Once that mistake becomes important enough to us to affect the way we even see regular occurrences and interactions with others, it takes hold of our point of view and mangles it, engendering a desire to never come across that mistake again because of the struggle that came in tandem with it.  It’s easy to talk about learning from our mistakes, but the actual process of it is a mix of introspection, fear, and hyper-sensitivity to similar situations that may arise.  Often, shame and guilt, even lack of self-forgiveness, come into the equation, clouding our outlook on life.  However, God’s grace is sufficient for us, for His power is made perfect in weakness (2 Corinthians 12:9).  It is at these low points of our lives where we have difficulty believing that we are capable of any good that God works restoration within us to show us that He has a designated time and place for us to be, and His sovereign will is in all things.  His infinite grace avails us, and it is ultimately up to us to receive it or not.  His love shows through the times when we weather storms headed our way because He knows that we will make it through with Him by our side.  In a sense, His love is like a hurricane in more ways than one; it is so overwhelming that we have no choice but to feel it and experience it.  It is also like a hurricane because after it has ravaged the location, a time of rebuilding occurs, and it is this time of rebuilding that should be more precious to us than the many blessings He showers us with.

As it says in a David Crowder song:

“He is jealous for me,
Loves like a hurricane, I am a tree,
Bending beneath the weight of his wind and mercy.
When all of a sudden,
I am unaware of these afflictions eclipsed by glory,
And I realize just how beautiful You are,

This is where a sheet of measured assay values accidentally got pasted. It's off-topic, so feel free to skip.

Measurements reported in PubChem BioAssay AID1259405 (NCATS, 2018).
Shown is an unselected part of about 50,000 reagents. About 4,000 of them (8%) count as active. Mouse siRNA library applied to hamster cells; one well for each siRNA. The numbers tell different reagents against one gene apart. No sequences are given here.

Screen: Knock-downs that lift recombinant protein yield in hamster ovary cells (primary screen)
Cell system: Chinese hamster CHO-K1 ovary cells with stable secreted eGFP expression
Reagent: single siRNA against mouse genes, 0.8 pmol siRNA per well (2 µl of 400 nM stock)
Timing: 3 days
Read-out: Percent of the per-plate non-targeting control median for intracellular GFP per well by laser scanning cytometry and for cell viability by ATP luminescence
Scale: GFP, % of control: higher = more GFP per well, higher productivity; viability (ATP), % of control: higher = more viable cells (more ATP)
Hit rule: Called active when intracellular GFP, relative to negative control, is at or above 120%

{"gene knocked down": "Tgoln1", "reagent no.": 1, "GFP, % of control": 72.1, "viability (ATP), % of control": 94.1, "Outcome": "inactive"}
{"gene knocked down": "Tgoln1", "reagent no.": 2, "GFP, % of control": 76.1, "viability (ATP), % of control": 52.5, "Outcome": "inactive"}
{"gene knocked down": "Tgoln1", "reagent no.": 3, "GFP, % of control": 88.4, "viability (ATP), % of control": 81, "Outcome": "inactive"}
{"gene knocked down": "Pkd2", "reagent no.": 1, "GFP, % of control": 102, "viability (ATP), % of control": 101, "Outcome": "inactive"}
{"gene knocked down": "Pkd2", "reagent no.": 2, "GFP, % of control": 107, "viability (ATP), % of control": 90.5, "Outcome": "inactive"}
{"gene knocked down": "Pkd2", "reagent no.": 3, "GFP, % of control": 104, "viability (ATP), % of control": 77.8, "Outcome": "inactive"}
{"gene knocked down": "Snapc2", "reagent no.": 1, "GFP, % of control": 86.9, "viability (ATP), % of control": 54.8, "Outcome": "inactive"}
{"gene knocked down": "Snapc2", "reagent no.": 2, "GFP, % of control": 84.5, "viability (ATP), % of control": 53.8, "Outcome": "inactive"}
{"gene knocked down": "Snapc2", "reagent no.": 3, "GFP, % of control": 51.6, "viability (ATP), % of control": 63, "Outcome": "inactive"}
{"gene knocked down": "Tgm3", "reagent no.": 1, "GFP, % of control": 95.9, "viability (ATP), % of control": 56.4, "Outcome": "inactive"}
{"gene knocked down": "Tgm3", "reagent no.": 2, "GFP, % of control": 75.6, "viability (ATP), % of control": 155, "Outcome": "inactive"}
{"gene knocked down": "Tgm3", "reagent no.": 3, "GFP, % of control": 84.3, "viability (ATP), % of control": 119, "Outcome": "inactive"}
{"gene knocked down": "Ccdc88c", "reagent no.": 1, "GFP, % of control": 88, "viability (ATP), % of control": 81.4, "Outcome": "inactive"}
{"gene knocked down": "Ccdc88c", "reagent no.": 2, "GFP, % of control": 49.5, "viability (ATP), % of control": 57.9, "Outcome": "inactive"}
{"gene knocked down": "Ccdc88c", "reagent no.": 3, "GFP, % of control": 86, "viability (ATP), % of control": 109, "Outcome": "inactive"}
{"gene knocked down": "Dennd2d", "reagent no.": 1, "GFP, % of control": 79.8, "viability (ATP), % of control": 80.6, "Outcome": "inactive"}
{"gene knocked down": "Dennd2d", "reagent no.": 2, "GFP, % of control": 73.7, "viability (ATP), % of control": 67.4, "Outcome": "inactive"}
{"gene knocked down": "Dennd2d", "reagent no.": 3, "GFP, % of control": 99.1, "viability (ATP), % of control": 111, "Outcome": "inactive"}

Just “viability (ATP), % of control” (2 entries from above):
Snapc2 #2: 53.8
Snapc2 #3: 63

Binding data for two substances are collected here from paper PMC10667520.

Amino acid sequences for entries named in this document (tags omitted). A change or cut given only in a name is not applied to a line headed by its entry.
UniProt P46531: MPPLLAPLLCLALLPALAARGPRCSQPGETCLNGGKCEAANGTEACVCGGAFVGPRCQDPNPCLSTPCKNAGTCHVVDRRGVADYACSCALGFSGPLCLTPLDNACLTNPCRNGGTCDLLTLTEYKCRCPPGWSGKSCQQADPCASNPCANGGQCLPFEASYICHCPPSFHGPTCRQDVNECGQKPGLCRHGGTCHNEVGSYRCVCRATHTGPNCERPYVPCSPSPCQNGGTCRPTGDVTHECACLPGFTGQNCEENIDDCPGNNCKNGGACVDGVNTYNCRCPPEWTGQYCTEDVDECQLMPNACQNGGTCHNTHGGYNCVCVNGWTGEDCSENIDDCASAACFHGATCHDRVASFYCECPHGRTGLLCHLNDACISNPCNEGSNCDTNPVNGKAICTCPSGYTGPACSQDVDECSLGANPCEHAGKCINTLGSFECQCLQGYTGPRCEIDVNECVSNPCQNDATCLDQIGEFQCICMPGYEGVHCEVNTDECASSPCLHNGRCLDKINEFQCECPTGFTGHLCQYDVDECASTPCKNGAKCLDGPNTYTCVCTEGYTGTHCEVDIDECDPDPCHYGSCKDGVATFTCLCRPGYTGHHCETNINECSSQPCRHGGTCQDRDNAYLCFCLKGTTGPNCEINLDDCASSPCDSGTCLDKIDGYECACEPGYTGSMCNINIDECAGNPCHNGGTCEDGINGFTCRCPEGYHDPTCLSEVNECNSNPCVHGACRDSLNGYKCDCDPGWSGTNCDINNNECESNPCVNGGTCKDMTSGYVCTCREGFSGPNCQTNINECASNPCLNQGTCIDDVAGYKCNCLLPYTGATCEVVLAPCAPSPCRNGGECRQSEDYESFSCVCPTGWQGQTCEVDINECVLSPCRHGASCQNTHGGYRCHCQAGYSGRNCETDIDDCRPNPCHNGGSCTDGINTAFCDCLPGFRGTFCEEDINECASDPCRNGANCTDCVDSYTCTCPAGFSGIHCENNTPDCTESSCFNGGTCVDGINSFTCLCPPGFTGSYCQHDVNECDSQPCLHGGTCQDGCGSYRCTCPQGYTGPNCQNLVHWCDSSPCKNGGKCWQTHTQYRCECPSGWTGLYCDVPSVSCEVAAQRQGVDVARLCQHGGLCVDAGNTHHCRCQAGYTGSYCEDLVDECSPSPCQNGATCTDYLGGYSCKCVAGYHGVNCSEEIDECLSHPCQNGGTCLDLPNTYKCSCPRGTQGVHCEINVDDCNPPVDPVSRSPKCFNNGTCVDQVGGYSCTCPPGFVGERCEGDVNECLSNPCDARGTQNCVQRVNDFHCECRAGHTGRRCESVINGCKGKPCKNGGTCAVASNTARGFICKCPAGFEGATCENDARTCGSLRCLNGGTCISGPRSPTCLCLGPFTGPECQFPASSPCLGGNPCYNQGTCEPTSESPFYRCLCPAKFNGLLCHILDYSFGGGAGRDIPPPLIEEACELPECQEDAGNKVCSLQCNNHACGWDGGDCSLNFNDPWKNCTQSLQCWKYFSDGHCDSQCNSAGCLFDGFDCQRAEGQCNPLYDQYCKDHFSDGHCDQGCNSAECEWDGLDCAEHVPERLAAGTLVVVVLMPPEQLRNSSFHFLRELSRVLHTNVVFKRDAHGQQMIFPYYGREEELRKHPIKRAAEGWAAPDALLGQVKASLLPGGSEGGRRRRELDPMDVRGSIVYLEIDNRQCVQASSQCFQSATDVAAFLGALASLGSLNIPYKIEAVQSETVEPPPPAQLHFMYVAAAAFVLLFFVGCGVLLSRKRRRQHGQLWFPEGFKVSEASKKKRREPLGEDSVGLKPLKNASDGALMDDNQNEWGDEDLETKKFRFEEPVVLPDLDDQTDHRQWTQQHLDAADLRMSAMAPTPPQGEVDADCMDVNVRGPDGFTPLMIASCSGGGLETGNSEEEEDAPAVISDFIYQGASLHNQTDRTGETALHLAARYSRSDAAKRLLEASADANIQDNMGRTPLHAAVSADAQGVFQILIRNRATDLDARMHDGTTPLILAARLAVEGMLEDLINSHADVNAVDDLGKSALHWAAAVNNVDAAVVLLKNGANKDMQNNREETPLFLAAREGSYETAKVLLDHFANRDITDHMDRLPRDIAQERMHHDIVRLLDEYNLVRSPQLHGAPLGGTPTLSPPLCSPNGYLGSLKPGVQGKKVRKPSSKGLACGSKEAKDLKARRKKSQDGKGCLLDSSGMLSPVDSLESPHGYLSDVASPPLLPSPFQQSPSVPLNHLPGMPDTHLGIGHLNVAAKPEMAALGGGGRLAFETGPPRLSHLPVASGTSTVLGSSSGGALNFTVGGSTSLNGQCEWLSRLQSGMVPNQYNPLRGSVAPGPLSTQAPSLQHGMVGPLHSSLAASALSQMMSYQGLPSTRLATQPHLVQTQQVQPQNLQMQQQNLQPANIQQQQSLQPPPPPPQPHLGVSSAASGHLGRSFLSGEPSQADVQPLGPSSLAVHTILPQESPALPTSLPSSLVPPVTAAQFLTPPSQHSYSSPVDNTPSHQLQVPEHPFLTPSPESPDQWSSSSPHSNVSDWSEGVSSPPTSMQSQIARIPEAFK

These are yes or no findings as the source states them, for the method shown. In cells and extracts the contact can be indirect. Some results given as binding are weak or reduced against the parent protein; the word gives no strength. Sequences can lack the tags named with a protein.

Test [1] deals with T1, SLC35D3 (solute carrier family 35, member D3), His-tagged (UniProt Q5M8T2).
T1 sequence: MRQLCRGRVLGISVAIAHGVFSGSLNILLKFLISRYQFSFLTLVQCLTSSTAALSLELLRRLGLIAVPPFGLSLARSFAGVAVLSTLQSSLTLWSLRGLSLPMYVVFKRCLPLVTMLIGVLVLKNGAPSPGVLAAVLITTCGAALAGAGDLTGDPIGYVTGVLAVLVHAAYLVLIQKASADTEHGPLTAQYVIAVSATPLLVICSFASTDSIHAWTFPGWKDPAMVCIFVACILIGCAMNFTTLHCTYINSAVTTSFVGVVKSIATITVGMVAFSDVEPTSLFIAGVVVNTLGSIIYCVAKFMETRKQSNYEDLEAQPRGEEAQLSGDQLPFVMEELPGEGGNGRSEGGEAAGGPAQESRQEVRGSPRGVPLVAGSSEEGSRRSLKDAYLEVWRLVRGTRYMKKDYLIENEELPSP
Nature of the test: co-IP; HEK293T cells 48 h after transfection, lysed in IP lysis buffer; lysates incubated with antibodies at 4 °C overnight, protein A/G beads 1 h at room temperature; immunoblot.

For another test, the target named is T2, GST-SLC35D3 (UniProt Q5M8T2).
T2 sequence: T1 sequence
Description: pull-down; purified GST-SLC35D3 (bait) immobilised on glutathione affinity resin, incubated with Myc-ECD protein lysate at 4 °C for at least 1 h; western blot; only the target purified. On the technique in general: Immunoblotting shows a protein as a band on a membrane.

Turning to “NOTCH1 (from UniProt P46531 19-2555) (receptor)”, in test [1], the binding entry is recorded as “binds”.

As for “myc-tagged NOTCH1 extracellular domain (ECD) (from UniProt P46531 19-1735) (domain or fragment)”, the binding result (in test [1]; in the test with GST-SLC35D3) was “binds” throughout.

And how great Your affections are for me.”

It is only after surmounting the storm that we realize and understand how great His love is for us.

Forge Me.

As laundry churns within the cycle

my fingers unravel denial.

The Internet, great forum of facts,

keeps no track of what it attracts.

Great minds behind screens show

bold statements of how much they know.

I.D. is not checked on the world wide web

so the sites are abused by the stalking dead.

This false life online was more than I could bear;

A few crude jokes here and it was easy there.

Larger than life in the virtual realm

had my confidence running to the real helm.

But crushed by hammers I was in the end

Flattened to a sheet by the words of a friend.

Tempered by loss and shame and guilt

Patience like rock now turned to silt.

So though I donned a forged identity

it lead quite soon to a forged personality

through fire, pressure, and time.

The Second Stall.

One of my favorite places to go is the UCen at SB, and it’s not only because there are a slew of options for food, but because of the ever-dependable second stall.  Namely, the second stall from the right in the bathroom on the second floor of the UCen.  Every time I push past the moderately weighted door to the luxurious lavatory, my eyes shift to the approaching-full trash bin.  The level of papers has never seemed to change in that bin. Beyond that, the left turn leading to the stalls is the one that’s always filled with anticipation.  My eyes always glance over at the standing stalls, which are often inviting if I only have three minutes to spare, but I am on a mission in the UCen bathroom.  When my eyes drift to the bottom of the stall, I inevitably witness a pair of sneakers gently resting on the ground, covering up the exertion that is overwhelming the owner of those sneakers.  I pass by the crack of the first stall, seeing more often than not a lowered head fixated on a mobile device of some sort.  A small inkling of worry makes its way down my spine.  However, the magnificent second crack in the dividers of stalls has never failed to purvey me with a spot.  And it is this spot that allows for the ecstasy of relief that is so absolutely unique to that toilet seat.  Once the latch on the door is secured, I can safely breathe with relief knowing that my own spot in the world of relaxation is secure.  The second stall from the right in the bathroom on the second floor of the UCen puts the “rest” into “restroom.”  It’s almost as if the stall is loyal to me, making itself available should I require its services in any given desperate moment of the day.  What a great companion is this second stall!